Its critics call it a cancer, a tax, a form of scalping in financial markets. Its proponents say it represents progress, innovation and a form of competition that saves investors money.
Rarely has a war of words transfixed Wall Street like the one that broke out this week over high-frequency trading – the ultra-fast, computer-driven strategies that conduct thousands of transactions in the blink of an eye and account for roughly half of the trading in U.S. stocks.
The battle was triggered by Monday's release of Flash Boys by Michael Lewis, a book that portrays high-speed traders as players who distort markets for their own profit. Since then, the clash has played out on television shows, in the opinion pages of newspapers and across the Internet.
The furor shows no signs of flagging. On Thursday, Charles Schwab Corp. stepped into the debate. High-frequency trading is "a growing cancer and needs to be addressed," said a statement from the firm's founder and chief executive officer. The practice amounts to "a technological arms race designed to pick the pockets of legitimate market participants."
Also weighing in was Eric Schneiderman, the Attorney-General of New York State, who is probing certain types of high-speed trading. "Amid all the hyperbole, one thing is clear: Some investors are using questionable practices to gain an unfair advantage over others," he wrote in an opinion piece in a local tabloid on Thursday. "This is what I am investigating."
The debate means a period of sustained scrutiny for high-frequency traders and may even provoke regulatory change.
The anti: High-frequency traders are scalpers who use an unfair advantage to front-run trades
Mr. Lewis, the foremost chronicler of American finance, is the standard-bearer for this argument, together with Brad Katsuyama, a former trader with Royal Bank of Canada. Flash Boys tells the story of how Mr. Katsuyama, while working at RBC in New York, began to suspect that high-frequency traders were raising the cost of his trades by getting a slender head start – measured in the milliseconds – on those transactions.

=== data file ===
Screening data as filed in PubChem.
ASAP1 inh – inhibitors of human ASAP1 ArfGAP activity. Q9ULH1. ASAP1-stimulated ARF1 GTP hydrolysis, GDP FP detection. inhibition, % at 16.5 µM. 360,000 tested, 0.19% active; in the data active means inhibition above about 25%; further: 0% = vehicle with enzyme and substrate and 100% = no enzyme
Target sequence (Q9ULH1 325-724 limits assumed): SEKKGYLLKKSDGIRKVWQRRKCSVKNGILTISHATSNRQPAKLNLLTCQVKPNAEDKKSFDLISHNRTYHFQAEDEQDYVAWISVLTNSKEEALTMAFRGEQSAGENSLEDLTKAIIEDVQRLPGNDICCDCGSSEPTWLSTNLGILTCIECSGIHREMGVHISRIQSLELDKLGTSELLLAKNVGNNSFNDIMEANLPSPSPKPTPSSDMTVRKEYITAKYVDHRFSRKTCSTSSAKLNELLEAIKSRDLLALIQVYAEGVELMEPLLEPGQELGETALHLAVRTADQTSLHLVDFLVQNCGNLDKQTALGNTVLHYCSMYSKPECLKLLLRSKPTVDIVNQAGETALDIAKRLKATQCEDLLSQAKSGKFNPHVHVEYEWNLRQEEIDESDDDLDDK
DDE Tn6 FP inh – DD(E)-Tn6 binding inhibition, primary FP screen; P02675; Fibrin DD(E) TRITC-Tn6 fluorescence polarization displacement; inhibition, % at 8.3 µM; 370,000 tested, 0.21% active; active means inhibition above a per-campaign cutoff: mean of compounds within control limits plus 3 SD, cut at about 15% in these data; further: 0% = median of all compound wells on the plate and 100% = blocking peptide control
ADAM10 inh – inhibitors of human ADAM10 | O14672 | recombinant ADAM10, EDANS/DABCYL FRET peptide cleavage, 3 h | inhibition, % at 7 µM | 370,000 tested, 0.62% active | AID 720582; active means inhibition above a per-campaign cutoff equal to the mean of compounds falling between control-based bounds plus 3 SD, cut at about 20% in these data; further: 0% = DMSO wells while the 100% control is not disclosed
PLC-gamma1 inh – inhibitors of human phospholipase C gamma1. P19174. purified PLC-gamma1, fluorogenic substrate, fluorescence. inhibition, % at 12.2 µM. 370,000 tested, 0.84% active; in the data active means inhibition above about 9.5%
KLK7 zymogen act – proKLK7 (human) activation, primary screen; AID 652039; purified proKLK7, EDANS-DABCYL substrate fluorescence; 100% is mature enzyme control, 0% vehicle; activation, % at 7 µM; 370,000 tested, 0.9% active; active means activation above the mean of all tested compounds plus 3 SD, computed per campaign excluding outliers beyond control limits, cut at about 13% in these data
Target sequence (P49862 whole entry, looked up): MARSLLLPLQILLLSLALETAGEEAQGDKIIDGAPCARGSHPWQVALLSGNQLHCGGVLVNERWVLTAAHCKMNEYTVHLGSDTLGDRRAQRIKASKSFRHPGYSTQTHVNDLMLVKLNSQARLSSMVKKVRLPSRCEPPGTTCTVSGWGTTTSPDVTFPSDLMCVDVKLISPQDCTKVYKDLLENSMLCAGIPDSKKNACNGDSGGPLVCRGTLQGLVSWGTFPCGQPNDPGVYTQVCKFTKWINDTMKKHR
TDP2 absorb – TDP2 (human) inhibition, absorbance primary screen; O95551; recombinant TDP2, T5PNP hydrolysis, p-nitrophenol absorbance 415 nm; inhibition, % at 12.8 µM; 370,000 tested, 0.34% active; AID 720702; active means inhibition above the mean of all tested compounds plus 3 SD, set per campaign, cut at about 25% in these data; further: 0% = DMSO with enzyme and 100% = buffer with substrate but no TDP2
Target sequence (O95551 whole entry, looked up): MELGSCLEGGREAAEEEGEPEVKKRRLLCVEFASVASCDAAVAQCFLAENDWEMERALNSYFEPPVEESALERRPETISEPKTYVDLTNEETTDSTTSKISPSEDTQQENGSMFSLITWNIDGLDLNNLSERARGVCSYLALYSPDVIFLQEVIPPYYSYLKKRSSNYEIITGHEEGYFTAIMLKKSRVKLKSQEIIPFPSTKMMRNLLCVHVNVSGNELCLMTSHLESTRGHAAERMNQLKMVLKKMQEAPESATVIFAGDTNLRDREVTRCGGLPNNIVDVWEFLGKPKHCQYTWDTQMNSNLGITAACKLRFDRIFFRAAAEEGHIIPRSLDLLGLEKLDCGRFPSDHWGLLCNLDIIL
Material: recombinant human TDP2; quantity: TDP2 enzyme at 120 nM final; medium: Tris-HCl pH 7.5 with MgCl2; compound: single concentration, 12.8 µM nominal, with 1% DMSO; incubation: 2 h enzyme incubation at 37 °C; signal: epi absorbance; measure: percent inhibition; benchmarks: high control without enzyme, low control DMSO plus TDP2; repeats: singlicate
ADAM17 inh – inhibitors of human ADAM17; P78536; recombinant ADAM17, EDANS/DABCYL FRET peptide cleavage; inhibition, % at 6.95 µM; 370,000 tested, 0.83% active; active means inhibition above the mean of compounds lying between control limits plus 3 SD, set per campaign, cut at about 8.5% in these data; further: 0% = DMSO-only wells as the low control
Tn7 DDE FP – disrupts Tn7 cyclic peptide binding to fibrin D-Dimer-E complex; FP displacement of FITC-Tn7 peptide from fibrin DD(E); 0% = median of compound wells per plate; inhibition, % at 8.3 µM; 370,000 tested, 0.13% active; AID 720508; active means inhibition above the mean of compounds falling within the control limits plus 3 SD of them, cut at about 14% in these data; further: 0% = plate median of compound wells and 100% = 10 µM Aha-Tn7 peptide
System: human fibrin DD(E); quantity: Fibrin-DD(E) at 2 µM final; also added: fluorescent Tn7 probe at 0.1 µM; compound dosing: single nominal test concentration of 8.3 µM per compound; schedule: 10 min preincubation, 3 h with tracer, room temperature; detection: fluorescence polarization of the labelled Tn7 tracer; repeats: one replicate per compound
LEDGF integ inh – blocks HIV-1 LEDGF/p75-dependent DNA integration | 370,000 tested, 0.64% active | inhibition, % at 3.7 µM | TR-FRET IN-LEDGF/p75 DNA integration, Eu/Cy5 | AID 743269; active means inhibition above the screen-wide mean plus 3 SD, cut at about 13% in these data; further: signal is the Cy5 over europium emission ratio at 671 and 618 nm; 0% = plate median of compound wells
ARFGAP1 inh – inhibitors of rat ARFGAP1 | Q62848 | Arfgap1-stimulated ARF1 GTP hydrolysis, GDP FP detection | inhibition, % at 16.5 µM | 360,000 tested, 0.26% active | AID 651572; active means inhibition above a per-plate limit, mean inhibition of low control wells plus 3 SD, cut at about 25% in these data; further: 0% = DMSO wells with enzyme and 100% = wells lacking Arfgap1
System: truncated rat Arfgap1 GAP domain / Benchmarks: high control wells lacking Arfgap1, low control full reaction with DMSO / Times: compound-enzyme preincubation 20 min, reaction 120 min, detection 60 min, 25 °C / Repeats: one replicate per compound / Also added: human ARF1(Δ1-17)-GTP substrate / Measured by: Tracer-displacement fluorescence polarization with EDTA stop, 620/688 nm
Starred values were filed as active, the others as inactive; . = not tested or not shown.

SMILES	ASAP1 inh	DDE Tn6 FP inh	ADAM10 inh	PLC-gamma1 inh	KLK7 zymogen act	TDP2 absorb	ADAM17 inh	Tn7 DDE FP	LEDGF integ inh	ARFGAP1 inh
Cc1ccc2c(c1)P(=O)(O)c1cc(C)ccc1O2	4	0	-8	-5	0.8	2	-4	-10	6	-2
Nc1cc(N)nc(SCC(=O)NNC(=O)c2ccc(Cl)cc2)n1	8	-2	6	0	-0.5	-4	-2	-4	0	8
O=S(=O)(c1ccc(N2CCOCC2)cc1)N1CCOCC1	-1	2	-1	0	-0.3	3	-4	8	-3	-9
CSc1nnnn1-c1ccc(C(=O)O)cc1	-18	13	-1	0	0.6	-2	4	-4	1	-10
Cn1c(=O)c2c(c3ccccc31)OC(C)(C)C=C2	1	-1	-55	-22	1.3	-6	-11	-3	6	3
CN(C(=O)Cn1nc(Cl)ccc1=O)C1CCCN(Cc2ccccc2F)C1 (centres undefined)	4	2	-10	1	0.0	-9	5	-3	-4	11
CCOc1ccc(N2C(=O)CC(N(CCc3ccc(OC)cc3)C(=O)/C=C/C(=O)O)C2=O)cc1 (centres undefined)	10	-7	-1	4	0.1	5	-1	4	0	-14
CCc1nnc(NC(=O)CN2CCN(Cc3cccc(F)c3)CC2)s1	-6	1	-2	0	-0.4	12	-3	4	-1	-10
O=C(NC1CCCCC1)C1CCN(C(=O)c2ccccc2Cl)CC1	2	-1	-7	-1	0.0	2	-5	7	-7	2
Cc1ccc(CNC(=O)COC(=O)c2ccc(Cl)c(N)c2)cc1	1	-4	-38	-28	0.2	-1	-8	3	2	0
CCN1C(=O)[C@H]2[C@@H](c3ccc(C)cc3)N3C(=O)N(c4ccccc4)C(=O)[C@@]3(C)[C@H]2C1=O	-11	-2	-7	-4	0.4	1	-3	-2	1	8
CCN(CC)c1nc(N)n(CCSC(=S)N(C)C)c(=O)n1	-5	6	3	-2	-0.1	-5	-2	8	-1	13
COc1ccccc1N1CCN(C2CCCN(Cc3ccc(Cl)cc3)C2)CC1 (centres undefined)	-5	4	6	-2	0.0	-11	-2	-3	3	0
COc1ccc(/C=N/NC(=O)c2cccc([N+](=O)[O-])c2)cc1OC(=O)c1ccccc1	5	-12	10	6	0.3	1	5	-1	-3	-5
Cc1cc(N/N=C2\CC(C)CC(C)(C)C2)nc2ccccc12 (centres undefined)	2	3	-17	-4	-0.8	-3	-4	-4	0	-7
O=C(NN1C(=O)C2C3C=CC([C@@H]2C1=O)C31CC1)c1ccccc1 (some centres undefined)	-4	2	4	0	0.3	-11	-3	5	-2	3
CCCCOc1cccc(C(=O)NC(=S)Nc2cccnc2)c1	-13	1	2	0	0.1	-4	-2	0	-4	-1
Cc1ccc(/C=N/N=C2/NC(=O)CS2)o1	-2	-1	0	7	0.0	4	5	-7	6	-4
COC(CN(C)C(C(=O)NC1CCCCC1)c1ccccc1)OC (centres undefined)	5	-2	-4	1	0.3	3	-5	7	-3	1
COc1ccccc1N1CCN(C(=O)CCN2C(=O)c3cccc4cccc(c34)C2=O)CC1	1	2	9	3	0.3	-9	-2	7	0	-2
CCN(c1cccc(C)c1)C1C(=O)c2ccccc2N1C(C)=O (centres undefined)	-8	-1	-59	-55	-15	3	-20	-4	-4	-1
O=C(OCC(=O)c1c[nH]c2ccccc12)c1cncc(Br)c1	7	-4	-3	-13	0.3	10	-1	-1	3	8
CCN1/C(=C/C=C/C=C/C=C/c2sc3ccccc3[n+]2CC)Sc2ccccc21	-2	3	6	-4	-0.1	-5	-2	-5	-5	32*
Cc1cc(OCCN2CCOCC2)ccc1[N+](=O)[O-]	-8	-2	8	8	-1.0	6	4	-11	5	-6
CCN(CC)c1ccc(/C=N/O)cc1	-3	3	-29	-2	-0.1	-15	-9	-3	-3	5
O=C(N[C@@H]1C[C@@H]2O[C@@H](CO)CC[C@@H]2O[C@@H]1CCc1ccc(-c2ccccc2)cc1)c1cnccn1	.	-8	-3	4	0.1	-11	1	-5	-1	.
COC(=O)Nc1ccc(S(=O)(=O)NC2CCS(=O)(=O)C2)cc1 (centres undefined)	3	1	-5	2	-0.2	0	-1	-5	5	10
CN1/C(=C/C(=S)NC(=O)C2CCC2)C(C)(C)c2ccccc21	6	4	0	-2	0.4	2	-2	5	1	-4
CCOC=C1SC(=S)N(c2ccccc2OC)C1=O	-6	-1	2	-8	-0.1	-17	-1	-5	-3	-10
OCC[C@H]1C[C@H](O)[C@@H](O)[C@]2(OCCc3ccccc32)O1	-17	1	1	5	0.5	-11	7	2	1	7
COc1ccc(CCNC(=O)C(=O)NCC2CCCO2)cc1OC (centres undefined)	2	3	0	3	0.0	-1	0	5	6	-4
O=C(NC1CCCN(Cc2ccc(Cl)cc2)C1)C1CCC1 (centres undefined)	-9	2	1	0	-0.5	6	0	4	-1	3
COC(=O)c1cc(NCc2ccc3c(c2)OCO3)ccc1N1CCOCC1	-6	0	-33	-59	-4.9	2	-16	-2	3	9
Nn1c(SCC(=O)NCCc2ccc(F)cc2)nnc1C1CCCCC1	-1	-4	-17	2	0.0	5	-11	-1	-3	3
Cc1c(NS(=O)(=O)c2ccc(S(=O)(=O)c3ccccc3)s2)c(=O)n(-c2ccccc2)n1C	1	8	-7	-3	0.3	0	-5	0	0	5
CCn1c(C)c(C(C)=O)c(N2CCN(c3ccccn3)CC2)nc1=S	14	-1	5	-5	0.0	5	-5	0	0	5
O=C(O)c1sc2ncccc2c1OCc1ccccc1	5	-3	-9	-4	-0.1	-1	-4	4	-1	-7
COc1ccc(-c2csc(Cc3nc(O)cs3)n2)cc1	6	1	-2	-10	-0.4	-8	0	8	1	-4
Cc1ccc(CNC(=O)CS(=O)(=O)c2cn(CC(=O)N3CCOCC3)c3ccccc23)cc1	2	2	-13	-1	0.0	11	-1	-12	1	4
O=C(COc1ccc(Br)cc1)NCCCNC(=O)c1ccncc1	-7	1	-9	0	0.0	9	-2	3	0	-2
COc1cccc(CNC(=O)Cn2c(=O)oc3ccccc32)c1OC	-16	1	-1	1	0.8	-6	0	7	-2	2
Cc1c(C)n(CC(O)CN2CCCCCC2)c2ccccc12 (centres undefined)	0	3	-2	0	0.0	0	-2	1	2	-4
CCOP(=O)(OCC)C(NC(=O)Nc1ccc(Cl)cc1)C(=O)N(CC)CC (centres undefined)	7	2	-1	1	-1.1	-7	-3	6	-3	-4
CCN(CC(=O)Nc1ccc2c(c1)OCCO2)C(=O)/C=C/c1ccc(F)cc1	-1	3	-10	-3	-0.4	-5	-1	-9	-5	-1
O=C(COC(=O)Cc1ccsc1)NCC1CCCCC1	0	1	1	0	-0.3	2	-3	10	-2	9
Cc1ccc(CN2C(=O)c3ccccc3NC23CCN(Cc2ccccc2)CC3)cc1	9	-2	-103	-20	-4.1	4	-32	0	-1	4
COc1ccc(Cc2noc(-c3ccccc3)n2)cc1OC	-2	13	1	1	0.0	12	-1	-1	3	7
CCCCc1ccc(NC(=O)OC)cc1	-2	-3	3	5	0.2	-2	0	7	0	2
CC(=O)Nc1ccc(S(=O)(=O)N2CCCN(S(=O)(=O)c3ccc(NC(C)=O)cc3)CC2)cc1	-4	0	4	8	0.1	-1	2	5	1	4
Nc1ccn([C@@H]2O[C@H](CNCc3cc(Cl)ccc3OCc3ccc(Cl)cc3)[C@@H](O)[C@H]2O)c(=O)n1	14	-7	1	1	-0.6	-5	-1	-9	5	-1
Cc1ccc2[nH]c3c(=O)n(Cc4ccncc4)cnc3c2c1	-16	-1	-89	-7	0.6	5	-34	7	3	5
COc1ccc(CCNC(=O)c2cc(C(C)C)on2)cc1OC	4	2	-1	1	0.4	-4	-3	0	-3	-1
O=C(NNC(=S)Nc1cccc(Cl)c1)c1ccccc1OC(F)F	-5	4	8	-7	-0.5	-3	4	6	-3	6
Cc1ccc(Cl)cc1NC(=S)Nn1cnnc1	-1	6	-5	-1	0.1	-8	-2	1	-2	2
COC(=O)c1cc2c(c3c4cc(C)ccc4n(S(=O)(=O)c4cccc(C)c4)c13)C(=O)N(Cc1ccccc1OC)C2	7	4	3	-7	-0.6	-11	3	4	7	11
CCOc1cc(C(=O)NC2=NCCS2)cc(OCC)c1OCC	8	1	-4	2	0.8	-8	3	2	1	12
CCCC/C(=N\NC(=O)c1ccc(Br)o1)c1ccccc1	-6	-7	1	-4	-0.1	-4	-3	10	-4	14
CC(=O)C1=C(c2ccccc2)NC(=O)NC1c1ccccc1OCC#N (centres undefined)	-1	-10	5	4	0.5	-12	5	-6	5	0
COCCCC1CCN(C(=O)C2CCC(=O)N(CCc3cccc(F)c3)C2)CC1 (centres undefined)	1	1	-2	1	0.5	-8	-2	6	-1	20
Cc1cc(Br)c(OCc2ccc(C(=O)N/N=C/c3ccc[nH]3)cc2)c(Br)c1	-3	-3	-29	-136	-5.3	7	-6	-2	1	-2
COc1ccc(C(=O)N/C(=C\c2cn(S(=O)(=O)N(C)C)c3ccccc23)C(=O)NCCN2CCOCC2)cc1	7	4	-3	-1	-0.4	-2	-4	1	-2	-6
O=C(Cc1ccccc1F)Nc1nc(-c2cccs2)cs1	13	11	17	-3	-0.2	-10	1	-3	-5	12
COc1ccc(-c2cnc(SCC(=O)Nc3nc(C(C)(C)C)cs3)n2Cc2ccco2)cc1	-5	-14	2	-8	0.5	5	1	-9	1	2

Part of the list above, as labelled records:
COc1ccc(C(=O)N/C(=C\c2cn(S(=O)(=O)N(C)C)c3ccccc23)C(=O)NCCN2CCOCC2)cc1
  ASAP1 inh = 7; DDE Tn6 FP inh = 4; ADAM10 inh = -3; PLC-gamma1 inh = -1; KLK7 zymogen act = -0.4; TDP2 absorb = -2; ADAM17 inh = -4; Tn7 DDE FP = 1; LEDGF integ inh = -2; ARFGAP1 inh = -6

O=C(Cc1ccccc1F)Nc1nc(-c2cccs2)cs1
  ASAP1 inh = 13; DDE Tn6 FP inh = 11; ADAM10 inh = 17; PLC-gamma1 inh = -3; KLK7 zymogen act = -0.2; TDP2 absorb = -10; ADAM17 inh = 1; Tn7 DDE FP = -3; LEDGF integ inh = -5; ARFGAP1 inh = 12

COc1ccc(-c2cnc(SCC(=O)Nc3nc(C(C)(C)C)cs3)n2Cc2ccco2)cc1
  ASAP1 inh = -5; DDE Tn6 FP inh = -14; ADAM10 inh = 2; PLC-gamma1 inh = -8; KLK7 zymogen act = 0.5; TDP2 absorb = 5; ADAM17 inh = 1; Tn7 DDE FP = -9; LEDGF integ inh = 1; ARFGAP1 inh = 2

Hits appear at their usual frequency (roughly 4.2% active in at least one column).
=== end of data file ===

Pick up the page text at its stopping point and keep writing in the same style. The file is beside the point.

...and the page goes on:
At RBC, Mr. Katsuyama developed a tool called "Thor" to thwart such high-speed strategies. Last year, he launched IEX Group Inc., an independent trading platform that incorporates the same speed bumps.
His arguments were echoed this week by two top executives at Charles Schwab. They argued that stock exchanges have developed special perks to benefit high-frequency traders, who are some of their most active customers. "Instead of levelling the playing field, the exchanges have tilted it against investors," they wrote on Thursday. Such benefits include preferential data feeds and special order types, they said. Of particular concern: a practice known as "quote-stuffing," where orders are cancelled and reposted in milliseconds.
Mr. Schneiderman, the New York attorney-general, focused his critique on "latency arbitrage." By placing servers close to exchanges and getting direct access to their market data, high-frequency-trading firms get a sneak peak at the action, he said. "They are able to see the prices early, jump in and take the best one in the blink of an eye," Mr. Schneiderman wrote.
The pro: high-frequency traders have made markets more competitive and cost-effective for everyone
Proponents of the benefits of high-frequency trading have fought back. William O'Brien, president of stock exchange BATS Global Markets, tweeted that Flash Boys was an "unjust vilification of an entire industry" and took on Mr. Katsuyama in a debate on live television on Tuesday.
A trade group called the Modern Markets Initiative, established last year by four high-speed trading firms, is helping to get the message out. It has highlighted commentary by a number of experts who assert that the critiques by the likes of Mr. Lewis and Mr. Katsuyama are overblown or incorrect.
One such analysis came from Clifford Asness, a well-known hedge fund manager who heads AQR Capital Management. In an op-ed for The Wall Street Journal on Wednesday, Mr. Asness wrote that high-frequency traders are simply savvy market makers.
"How do we feel about high-frequency trading?" he wrote. "We think it helps us. It seems to have reduced our costs and may enable us to manage more investment dollars." He noted that "some of the loudest complaints about high-frequency trading come from the slower traders who used to win the races."
Rishi Narang, who helped found the high-frequency trading firm Tradeworx, made similar arguments. "What's actually happening behind the scenes may be frustratingly complicated, but it's not immoral, unethical, harmful or illegal," he wrote, claiming such strategies don't cost ordinary investors anything.